The Big Think

April 9, 2008

Die Hard 4: The Stupiding

Filed under: Movies,Woodworking — jasony @ 11:22 pm

Erin and I watched Die Hard 4 tonight (Live Free and Die Hard is the actual name). Pretty fun, if you’re willing to suspend your disbelief by a razor thin thread, then have that thread repeatedly thrashed by very sharp blades. At one point during the film we paused the movie and both burst out laughing because Hollywood had stepped over the line of believability so far. Not only were we calling the major plot points out thirty minutes before they happened, but seeing one Bruce Willis endure punishment that would have put Bruce Banner in the ICU, then walk away and crack wise, was a bit much. I mean, how much punishment can a human body take?

I found out a small amount of the how much in my shop yesterday, actually. I have been working on the entertainment center and was gluing together some boards. I reached for a clamp hanging on the wall and one of the clamps next to it fell off, pirouetted through the air, and landed sharp side down on my forearm. Didn’t break the skin, but I thought I had maybe fractured the bone or cracked something. Turns out I didn’t, but there’s a nasty deep bruise in the spot.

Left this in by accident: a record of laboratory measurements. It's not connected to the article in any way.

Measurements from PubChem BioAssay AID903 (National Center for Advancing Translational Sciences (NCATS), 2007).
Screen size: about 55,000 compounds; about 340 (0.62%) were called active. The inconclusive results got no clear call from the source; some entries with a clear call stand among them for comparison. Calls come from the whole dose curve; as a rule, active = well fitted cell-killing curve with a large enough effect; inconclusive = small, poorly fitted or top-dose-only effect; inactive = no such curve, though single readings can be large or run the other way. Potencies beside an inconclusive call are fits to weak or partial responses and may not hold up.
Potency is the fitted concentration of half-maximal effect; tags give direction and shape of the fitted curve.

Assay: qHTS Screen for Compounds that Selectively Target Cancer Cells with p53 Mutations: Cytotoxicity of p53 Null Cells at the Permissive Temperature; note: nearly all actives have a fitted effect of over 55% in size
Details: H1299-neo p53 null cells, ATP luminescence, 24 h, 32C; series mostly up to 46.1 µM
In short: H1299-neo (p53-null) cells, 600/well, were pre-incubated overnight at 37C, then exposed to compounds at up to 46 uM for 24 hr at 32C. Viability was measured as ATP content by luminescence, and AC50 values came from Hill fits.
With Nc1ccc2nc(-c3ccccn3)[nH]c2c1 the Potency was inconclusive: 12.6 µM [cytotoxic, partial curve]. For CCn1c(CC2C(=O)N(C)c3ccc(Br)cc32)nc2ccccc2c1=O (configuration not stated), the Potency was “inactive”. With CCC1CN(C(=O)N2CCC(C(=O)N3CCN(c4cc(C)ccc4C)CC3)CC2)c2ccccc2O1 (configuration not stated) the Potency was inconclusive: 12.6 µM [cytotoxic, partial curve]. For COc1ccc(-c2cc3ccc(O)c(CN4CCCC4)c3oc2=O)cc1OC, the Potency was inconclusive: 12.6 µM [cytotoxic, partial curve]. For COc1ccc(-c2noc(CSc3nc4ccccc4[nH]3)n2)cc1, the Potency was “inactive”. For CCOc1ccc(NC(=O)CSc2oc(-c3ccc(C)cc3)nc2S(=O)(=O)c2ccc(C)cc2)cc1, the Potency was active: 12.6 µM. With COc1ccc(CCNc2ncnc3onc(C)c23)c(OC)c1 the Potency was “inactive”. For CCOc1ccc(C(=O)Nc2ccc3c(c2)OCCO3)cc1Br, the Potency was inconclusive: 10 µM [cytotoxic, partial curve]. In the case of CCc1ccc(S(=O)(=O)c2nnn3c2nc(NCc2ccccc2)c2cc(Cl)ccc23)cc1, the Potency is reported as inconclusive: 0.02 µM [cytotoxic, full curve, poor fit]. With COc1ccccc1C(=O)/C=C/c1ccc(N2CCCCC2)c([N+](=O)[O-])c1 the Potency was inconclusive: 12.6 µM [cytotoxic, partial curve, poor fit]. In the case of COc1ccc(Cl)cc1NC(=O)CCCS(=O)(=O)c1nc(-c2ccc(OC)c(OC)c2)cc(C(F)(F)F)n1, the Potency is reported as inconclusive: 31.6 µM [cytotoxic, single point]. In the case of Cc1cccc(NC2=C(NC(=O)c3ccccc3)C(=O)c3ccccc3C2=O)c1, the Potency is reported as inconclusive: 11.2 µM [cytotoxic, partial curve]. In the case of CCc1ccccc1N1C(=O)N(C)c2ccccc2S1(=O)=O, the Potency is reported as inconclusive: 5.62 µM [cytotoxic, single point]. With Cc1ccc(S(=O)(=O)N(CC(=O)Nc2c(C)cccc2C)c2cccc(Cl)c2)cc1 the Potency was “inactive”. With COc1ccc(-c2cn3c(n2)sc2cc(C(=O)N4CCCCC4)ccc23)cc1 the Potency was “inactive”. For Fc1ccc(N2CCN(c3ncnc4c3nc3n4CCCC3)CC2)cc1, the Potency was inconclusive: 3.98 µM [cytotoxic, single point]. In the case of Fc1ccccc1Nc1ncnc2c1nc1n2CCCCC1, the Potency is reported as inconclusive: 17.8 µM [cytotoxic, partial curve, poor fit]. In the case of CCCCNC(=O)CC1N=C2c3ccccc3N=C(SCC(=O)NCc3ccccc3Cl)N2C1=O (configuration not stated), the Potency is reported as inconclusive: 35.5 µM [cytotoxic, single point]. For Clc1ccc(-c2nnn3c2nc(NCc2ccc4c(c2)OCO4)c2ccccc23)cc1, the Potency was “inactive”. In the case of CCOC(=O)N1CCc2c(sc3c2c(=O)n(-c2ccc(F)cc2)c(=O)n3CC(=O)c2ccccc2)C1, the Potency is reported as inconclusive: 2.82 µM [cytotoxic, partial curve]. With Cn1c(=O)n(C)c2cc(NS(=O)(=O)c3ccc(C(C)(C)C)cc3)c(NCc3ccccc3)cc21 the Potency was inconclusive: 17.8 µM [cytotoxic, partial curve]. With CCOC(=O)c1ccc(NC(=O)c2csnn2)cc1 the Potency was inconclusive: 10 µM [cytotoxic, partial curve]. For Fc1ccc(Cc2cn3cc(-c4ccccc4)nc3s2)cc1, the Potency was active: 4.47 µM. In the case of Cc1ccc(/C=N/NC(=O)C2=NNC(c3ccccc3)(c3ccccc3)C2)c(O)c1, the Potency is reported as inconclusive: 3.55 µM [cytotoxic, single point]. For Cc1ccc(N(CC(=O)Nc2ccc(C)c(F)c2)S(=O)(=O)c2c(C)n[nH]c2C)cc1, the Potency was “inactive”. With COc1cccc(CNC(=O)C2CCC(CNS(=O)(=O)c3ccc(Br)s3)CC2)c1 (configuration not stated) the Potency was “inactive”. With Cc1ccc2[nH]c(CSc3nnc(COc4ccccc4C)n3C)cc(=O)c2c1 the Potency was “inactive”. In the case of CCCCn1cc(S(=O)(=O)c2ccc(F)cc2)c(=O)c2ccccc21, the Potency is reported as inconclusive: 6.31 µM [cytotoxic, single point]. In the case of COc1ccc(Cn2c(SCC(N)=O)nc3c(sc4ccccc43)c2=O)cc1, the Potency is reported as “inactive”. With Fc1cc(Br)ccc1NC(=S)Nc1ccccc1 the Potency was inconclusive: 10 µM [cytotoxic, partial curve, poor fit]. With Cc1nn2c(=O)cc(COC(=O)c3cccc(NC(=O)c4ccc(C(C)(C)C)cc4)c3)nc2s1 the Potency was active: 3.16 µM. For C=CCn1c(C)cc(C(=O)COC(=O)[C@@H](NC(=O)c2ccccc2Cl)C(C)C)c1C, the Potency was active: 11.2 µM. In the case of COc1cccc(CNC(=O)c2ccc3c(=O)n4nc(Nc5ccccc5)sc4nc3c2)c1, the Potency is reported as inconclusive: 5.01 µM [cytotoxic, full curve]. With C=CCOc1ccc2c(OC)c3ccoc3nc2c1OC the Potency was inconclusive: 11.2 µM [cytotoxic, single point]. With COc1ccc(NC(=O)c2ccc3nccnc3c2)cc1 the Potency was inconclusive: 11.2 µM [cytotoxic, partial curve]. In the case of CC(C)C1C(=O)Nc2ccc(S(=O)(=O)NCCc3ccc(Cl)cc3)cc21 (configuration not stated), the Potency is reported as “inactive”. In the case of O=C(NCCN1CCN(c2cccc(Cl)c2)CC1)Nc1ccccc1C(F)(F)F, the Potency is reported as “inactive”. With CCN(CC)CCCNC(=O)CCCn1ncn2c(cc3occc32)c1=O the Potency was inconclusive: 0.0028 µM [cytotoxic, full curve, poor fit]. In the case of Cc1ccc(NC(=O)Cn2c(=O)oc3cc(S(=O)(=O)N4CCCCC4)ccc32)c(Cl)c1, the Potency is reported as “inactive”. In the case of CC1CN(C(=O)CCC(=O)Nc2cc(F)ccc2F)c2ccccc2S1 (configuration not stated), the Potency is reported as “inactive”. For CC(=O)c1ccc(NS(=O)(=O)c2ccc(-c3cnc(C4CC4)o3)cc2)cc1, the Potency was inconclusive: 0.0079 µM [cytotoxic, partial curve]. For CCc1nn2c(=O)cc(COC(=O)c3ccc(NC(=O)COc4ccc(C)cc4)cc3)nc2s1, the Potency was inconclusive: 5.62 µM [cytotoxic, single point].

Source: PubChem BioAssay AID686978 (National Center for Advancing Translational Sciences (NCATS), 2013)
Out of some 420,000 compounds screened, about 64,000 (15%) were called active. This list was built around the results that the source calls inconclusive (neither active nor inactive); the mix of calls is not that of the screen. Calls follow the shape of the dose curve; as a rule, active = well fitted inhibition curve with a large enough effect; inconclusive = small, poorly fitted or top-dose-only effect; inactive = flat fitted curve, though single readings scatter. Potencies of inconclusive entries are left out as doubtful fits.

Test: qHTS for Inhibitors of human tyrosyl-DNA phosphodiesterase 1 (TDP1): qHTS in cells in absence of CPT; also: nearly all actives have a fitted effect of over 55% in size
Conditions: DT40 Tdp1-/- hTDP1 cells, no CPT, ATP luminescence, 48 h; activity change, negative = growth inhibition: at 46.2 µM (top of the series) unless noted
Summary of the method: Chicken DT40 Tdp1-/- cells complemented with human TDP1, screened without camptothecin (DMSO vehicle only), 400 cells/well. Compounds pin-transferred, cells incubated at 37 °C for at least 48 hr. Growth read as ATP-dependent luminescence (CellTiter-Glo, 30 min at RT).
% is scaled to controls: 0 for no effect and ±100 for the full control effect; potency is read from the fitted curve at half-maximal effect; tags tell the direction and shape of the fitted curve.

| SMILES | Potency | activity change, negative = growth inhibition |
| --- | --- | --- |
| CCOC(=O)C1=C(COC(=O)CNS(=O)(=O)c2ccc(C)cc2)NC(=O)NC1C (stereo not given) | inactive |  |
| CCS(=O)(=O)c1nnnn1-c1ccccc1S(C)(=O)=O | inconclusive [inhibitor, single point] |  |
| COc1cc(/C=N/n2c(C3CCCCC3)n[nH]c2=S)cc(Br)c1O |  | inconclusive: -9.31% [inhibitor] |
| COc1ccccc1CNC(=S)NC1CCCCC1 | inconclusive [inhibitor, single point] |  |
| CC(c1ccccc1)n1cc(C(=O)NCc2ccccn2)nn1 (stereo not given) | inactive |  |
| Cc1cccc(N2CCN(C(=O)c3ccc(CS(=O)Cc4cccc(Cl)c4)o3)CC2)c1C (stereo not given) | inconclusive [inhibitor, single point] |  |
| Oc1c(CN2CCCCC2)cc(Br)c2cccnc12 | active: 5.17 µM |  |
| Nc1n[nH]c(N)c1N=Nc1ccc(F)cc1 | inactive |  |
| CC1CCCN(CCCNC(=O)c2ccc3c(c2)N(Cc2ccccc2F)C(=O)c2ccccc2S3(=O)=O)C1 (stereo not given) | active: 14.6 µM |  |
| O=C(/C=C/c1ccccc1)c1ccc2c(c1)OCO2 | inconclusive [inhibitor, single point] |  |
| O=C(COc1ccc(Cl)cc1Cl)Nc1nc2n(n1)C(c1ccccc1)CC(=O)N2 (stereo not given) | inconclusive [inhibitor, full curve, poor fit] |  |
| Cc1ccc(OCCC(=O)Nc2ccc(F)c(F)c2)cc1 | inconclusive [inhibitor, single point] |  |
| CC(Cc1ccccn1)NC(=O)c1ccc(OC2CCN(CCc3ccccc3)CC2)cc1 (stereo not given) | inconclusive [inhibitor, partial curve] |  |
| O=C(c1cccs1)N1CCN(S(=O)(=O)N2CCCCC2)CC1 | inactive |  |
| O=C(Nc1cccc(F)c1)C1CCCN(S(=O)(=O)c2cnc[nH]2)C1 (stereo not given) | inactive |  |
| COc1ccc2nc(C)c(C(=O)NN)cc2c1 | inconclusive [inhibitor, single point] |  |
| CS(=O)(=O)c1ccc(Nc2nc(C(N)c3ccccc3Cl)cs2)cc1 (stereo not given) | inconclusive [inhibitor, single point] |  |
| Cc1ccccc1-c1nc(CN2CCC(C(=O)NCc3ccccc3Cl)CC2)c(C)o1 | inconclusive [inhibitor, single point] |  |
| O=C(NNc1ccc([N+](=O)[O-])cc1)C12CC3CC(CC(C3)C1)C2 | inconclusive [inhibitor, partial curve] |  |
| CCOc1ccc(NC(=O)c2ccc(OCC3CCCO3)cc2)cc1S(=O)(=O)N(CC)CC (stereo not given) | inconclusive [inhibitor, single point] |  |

If I were John McClain I’m sure I’d just laugh it off and make some clamp-related pun. Fortunately, I’m only Jason and so am far too unclever to think of any.

The Craftsman

Filed under: Hobbies — jasony @ 9:31 am

Core77 has a review up of Richard Sennett’s book “The Craftsman,” which is a conglomerate of case studies that explore the relationship of hand to mind, craftsmanship to Enlightenment. Herein, Sennett, a renown London-based sociologist with a zest for the human experience, argues that the most basic, fundamental ability we humans share is that of craft. When properly trained, this process functions as muscle memory, literally training the mind while working the hand. If its up to Sennett, all those hours spent learning how to throw clay pots, plane wood, and mix plaster for some toy-design/coffee-maker/mobile-phone project actually might just make you, the designer-cum-craftsman, a more enlightened person. From the computer screen to the workshop table, it’s the stuff we’ve known for years: think, make, share, and do it again. It’s what we wake up to do every morning, and what we dream about at night.

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